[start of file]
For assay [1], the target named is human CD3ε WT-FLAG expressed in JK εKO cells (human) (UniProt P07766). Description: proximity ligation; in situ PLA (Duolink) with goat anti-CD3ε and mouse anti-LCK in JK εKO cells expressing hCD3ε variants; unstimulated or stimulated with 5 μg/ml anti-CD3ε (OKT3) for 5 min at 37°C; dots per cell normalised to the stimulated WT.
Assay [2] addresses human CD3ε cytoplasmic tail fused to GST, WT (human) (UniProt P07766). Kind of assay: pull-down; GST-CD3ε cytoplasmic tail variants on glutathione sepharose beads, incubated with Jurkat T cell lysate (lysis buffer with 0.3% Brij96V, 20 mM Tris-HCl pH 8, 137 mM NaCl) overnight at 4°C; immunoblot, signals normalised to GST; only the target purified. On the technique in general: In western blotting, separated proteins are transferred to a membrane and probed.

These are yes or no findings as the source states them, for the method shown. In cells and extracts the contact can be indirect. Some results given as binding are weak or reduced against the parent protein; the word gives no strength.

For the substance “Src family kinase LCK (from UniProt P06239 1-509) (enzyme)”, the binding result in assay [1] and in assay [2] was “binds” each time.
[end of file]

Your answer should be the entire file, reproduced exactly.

For assay [1], the target named is human CD3ε WT-FLAG expressed in JK εKO cells (human) (UniProt P07766). Description: proximity ligation; in situ PLA (Duolink) with goat anti-CD3ε and mouse anti-LCK in JK εKO cells expressing hCD3ε variants; unstimulated or stimulated with 5 μg/ml anti-CD3ε (OKT3) for 5 min at 37°C; dots per cell normalised to the stimulated WT.
Assay [2] addresses human CD3ε cytoplasmic tail fused to GST, WT (human) (UniProt P07766). Kind of assay: pull-down; GST-CD3ε cytoplasmic tail variants on glutathione sepharose beads, incubated with Jurkat T cell lysate (lysis buffer with 0.3% Brij96V, 20 mM Tris-HCl pH 8, 137 mM NaCl) overnight at 4°C; immunoblot, signals normalised to GST; only the target purified. On the technique in general: In western blotting, separated proteins are transferred to a membrane and probed.

These are yes or no findings as the source states them, for the method shown. In cells and extracts the contact can be indirect. Some results given as binding are weak or reduced against the parent protein; the word gives no strength.

For the substance “Src family kinase LCK (from UniProt P06239 1-509) (enzyme)”, the binding result in assay [1] and in assay [2] was “binds” each time.